reducing daytime lighting loads. The truss is in place and the work continues with an expected completion in spring 2018. As Pro Star Aviation has grown and expanded for nearly 20 years, it became necessary for the company to find additional spaces to house their various operations. To date, the company’s workforce has been scattered between a hangar and office space on the west side of the airport and another location further away. When the new facility is completed, for the first time the staff of approximately 60 people will work together under one roof. According to the managing partner, Kevin Harriman, no one is more excited about the upcoming new hangar than Pro Star’s employees. His enthusiastic comment was, “They are the best, and the reason for where we are as a company. Everyone is excited to have a newer and bigger space for the hangar and offices. We will no longer be separated or confined. It will be a much-improved environment for our staff, as well as for our customers.” With a state-of-the-art hangar and office space, Pro Star will be able to continue offering its customers the highest quality avionics service/installations, maintenance, engineering, and certifications services. “This new facility is the culmination of 20 years of hard work and dedication on the part of the entire Pro Star team and is a testament to their professionalism and diligence throughout the years,” concluded Harriman.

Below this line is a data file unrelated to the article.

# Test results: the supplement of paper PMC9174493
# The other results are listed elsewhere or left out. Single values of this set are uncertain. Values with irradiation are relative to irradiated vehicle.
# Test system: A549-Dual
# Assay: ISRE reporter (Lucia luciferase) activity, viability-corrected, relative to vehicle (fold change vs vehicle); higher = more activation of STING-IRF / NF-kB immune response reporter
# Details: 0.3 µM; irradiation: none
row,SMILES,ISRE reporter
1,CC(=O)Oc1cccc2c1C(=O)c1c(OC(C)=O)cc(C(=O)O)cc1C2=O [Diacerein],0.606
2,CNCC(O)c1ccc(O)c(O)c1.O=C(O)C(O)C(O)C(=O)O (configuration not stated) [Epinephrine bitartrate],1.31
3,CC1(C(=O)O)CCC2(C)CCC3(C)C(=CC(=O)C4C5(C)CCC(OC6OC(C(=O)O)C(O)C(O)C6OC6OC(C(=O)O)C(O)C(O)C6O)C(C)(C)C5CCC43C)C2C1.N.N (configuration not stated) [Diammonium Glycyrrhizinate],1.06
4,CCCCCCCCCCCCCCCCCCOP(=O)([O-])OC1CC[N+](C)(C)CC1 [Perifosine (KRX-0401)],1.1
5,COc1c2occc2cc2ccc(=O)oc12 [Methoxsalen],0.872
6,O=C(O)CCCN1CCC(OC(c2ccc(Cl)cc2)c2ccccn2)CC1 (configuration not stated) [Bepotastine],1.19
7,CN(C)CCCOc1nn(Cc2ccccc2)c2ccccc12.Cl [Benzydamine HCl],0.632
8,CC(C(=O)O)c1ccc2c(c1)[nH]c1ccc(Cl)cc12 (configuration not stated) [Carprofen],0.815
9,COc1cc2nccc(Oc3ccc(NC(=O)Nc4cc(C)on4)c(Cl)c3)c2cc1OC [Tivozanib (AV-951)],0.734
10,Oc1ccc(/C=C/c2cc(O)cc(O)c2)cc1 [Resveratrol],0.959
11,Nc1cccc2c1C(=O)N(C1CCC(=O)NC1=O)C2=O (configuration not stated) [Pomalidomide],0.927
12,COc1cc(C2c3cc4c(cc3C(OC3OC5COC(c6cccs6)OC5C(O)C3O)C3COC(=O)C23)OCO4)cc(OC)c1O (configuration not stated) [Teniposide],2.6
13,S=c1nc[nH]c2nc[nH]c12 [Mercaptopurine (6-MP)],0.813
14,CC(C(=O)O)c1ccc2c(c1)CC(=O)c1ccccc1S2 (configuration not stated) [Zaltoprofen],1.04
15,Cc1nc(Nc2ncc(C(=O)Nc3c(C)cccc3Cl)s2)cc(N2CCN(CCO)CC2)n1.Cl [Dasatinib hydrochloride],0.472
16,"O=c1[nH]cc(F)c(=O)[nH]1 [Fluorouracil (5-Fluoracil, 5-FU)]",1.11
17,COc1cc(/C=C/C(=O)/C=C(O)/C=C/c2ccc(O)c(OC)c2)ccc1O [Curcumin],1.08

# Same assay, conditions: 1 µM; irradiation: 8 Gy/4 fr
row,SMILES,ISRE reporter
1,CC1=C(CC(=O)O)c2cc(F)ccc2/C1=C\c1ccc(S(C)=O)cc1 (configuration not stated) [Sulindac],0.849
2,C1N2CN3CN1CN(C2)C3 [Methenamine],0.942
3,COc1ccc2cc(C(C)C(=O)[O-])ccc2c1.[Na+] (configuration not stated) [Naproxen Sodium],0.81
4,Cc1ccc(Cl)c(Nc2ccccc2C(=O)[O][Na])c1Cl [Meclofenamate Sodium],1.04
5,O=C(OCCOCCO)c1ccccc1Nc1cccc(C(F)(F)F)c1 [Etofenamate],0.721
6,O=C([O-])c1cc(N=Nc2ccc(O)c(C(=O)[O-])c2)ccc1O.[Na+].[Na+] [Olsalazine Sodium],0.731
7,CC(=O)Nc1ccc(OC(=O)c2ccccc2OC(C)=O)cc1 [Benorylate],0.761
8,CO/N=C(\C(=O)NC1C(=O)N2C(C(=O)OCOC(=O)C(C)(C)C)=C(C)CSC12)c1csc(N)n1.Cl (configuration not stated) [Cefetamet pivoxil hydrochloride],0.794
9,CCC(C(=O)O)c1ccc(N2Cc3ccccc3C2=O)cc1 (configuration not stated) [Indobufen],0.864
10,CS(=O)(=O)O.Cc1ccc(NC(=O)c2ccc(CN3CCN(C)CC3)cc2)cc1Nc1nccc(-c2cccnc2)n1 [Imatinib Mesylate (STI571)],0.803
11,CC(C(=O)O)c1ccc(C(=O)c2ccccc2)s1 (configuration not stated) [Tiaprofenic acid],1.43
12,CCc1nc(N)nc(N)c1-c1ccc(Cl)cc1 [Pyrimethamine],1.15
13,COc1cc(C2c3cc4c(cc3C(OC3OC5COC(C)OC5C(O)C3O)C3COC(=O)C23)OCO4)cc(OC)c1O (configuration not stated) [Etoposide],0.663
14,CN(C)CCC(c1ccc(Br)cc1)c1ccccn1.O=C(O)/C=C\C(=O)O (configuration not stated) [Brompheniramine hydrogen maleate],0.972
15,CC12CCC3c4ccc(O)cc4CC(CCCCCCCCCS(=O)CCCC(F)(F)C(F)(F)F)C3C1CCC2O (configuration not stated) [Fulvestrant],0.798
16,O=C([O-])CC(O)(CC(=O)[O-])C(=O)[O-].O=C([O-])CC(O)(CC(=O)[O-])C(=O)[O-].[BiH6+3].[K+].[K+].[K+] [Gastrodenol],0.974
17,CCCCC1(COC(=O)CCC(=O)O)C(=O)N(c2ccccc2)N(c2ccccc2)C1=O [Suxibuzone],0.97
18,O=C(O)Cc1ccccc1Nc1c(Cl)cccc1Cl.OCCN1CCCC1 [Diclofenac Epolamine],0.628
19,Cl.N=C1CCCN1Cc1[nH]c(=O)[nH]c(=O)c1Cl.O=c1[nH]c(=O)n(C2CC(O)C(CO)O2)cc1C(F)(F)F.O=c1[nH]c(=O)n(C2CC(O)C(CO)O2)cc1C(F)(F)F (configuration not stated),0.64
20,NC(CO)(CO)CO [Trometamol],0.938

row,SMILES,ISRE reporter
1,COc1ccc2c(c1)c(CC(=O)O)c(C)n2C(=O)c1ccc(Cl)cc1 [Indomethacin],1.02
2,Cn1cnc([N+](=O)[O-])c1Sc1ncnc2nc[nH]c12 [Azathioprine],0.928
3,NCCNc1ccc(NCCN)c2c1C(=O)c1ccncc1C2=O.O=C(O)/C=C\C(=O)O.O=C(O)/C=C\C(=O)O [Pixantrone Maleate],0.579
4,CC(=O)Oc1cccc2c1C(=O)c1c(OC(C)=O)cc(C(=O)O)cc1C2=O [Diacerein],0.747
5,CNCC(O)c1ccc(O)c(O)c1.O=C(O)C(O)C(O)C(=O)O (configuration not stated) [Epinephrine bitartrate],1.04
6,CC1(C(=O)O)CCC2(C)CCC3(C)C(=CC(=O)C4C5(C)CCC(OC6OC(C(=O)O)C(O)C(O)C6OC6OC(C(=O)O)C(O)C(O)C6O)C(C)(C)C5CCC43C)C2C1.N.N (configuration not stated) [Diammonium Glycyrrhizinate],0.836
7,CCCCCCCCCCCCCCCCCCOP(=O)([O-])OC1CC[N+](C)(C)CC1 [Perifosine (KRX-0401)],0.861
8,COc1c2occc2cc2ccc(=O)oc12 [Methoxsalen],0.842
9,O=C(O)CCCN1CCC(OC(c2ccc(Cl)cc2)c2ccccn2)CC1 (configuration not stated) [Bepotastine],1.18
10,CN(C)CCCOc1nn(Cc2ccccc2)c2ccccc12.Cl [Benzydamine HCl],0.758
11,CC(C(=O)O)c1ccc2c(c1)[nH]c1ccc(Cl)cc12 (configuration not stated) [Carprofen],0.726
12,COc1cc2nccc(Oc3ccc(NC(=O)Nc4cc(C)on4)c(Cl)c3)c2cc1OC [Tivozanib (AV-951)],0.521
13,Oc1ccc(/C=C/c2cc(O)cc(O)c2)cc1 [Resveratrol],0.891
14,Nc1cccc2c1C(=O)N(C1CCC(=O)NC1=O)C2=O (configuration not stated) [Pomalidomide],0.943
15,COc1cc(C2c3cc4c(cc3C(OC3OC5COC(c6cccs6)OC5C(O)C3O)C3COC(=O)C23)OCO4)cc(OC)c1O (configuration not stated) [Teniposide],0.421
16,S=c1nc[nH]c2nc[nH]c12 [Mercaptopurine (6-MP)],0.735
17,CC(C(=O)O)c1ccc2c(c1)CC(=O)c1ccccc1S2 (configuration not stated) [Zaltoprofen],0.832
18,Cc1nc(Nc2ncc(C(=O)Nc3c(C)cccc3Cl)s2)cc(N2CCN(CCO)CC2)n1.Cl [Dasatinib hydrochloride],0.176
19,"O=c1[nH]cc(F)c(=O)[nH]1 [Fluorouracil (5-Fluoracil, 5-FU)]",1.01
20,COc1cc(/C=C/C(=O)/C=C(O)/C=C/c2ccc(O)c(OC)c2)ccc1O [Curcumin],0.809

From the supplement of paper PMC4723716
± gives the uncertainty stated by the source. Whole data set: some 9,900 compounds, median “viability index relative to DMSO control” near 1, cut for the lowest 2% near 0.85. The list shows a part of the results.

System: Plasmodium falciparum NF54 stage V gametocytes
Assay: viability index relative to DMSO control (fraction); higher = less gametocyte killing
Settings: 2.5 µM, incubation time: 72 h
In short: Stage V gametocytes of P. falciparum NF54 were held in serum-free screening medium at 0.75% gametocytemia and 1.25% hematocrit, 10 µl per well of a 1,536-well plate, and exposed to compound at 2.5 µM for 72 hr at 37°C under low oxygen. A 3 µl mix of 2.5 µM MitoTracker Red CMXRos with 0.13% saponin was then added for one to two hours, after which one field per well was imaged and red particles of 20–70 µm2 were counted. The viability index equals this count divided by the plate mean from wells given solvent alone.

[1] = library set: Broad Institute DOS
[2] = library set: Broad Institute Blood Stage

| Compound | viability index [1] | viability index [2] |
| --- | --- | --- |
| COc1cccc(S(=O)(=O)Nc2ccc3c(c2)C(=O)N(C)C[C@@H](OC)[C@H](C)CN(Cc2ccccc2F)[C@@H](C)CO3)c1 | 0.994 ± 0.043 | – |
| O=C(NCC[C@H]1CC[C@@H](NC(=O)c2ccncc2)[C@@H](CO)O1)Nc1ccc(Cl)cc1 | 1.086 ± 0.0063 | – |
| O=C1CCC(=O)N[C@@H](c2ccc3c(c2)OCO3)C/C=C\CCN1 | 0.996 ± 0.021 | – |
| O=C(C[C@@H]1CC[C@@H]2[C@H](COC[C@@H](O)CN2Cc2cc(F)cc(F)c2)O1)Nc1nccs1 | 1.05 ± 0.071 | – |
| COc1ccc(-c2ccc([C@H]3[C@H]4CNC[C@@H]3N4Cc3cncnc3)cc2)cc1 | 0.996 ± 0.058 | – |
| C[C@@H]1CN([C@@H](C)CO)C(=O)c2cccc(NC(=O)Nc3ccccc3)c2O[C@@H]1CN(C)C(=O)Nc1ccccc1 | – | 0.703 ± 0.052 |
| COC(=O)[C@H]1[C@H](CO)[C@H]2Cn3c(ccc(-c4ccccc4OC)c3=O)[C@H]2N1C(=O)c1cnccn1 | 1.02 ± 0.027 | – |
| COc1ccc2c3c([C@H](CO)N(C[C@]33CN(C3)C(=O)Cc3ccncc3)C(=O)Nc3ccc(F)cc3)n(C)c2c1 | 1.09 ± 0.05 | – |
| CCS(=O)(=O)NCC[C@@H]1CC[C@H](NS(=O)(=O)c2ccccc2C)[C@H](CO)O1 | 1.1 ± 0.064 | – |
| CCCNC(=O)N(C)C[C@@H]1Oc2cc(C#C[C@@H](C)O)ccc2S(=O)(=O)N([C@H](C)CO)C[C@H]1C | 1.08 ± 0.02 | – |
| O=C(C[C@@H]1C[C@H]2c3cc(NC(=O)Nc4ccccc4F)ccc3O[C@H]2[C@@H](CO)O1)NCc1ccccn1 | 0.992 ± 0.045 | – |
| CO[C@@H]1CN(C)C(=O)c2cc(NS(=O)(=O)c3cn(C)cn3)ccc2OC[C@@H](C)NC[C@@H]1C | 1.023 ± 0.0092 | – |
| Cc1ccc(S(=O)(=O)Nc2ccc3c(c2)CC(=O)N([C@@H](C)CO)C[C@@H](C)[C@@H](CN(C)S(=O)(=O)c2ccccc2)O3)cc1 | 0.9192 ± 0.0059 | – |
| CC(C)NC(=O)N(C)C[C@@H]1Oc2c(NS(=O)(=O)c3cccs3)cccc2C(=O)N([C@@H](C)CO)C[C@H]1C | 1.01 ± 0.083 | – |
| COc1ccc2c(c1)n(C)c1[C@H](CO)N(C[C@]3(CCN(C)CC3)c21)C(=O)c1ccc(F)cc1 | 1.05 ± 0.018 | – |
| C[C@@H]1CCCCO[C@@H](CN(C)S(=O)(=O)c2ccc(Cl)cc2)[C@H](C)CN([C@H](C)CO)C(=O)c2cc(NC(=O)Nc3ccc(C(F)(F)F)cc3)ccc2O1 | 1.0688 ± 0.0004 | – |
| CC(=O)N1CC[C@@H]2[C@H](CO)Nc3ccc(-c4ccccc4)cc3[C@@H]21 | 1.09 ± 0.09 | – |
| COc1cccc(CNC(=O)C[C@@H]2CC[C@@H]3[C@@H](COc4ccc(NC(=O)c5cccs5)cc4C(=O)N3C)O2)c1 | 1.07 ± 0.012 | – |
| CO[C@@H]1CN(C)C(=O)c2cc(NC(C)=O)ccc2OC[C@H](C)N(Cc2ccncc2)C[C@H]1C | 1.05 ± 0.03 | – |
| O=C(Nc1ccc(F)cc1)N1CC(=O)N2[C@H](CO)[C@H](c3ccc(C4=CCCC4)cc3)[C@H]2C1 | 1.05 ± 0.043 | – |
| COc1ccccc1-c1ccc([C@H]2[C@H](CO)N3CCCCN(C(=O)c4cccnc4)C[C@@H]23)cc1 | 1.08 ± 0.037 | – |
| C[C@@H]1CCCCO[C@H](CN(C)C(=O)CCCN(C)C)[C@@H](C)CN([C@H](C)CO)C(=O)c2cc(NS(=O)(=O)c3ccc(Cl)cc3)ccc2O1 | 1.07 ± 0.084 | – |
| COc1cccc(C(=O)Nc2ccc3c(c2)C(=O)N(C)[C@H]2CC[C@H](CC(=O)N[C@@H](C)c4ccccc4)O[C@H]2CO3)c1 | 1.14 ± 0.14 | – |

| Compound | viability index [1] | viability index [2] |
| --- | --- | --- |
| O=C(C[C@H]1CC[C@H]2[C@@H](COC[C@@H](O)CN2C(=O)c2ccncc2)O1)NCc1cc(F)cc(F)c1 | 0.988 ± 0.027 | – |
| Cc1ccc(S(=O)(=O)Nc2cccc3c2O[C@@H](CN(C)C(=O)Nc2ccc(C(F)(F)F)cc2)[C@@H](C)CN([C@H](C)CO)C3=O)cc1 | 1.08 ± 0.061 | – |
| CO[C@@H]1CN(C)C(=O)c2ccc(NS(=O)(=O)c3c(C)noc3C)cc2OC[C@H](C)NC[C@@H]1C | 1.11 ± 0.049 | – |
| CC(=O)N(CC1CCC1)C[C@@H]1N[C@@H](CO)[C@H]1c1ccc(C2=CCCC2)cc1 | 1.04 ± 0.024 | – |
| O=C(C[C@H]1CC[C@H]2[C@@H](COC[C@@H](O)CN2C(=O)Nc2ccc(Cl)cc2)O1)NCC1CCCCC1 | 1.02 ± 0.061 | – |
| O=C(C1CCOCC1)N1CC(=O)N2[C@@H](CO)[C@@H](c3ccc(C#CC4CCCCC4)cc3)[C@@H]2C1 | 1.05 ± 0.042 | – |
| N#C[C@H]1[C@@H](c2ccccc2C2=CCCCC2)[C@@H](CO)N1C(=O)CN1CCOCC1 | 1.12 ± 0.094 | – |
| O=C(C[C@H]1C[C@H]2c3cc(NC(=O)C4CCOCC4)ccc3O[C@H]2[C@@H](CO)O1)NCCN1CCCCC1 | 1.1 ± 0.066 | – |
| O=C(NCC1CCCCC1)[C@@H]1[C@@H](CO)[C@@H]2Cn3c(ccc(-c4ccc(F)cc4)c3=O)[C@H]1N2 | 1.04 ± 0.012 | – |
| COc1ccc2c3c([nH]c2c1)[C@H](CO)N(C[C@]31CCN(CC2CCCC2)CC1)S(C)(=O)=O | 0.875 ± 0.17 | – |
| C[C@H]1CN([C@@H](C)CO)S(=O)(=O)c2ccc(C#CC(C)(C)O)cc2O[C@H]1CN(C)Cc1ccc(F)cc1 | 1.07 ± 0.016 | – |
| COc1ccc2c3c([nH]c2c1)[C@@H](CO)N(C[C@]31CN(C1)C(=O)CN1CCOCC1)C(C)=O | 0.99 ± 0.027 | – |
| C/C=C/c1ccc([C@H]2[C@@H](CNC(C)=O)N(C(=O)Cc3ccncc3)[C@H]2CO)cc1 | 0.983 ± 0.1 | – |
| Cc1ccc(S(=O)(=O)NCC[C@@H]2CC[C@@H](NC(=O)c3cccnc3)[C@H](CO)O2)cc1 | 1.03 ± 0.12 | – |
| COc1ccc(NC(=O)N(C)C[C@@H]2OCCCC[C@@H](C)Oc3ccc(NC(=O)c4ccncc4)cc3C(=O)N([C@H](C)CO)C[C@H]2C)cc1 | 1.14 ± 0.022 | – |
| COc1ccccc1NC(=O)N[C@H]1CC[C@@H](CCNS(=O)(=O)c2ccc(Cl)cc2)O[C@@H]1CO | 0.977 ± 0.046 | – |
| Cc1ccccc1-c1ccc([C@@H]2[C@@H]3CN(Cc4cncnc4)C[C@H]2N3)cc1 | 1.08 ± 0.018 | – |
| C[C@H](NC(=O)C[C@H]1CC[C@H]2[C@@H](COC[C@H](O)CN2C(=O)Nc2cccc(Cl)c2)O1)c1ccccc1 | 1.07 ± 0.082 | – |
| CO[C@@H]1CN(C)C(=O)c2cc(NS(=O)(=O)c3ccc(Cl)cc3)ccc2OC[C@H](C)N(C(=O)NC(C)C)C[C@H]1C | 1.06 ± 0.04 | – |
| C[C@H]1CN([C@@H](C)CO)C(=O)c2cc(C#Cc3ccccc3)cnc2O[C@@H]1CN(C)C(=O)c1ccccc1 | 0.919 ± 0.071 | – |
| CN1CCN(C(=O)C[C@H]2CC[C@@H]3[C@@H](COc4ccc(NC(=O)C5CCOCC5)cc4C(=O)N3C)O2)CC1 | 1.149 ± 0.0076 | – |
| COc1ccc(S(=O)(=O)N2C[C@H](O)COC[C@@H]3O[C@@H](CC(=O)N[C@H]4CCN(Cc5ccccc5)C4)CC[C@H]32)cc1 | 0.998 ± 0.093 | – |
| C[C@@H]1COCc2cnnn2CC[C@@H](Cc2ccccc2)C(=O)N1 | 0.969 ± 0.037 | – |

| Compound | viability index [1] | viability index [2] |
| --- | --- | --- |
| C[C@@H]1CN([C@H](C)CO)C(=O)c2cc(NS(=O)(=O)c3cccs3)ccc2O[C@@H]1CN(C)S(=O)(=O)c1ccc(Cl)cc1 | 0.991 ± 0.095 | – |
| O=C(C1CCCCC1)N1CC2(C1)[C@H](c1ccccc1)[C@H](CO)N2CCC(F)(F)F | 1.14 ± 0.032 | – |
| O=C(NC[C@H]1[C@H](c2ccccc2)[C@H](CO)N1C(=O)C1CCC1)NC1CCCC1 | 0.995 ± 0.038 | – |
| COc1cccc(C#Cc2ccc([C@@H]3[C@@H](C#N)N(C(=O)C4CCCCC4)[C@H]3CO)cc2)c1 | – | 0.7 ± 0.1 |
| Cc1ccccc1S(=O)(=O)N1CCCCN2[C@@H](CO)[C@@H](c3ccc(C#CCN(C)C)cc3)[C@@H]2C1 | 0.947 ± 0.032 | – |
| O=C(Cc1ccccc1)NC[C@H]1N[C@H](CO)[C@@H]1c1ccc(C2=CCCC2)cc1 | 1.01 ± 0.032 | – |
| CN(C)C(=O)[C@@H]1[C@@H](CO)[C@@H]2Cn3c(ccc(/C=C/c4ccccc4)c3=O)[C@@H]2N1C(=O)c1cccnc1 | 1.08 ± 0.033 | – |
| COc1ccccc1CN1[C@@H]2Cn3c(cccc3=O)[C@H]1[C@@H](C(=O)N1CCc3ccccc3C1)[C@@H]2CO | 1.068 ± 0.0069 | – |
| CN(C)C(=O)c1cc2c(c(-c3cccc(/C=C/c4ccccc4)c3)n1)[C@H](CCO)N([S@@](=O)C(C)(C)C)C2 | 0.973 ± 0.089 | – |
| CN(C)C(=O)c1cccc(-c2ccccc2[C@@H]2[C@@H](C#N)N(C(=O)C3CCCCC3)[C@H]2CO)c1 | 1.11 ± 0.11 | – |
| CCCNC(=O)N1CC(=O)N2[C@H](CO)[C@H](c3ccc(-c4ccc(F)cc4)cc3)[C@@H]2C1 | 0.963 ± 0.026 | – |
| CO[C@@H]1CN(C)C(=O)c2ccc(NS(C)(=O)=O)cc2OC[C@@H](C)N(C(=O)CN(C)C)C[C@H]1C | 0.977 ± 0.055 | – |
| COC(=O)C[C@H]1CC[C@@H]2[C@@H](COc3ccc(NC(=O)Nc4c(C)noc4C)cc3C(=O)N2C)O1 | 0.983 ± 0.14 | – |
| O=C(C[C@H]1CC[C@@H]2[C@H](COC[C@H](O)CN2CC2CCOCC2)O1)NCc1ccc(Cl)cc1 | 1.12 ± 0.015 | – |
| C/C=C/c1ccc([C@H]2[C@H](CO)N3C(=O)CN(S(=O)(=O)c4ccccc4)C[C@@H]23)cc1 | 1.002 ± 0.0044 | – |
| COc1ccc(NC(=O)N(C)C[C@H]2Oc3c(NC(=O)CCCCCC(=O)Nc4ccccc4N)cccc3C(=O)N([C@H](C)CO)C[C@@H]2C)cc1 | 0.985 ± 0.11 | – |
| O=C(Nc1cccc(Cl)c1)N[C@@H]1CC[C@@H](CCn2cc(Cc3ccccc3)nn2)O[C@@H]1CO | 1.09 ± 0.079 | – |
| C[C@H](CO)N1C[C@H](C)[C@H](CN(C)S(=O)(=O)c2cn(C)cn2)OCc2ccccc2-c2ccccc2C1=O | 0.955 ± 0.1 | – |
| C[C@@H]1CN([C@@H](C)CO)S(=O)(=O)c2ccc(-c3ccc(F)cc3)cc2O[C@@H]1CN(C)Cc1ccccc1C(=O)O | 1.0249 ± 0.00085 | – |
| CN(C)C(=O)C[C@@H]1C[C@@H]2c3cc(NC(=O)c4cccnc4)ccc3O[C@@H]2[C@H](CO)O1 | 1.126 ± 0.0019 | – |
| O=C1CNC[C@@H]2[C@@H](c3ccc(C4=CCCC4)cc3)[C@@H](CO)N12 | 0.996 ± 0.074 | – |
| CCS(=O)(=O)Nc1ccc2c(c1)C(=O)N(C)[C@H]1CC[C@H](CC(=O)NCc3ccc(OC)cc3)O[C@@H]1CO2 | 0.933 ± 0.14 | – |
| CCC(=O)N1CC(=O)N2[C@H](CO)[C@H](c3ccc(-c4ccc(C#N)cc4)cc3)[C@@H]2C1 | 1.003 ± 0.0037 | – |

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Wexford Innovation Complex Breaks Ground Shawmut GC Providence, RI – Governor Gina Raimondo recently joined state and local officials, representatives from Wexford Science and Technology, Brown University, the Cambridge Innovation Center, Johnson & Johnson, and members of the public to break ground on the Wexford Innovation Complex. The projects, which are being constructed on former I-195 land in the heart of Providence’s Innovation and Design District, will generate approximately $100 million in additional revenues to the State over the next 20 years. The Cambridge Innovation Center, Brown University’s School of Professional Studies, and Johnson & Johnson will be tenants in the nearly 195,000sf Innovation Building. Construction is expected to take approximately two years. “Today marks the start of something transformational, not just for this land, but for our state and its economy. This complex will become the epicenter of Rhode Island’s resurgence, creating jobs at every rung of the ladder, from janitors to PhD computer scientists.” The total cost of the Providence Innovation Center is expected to amount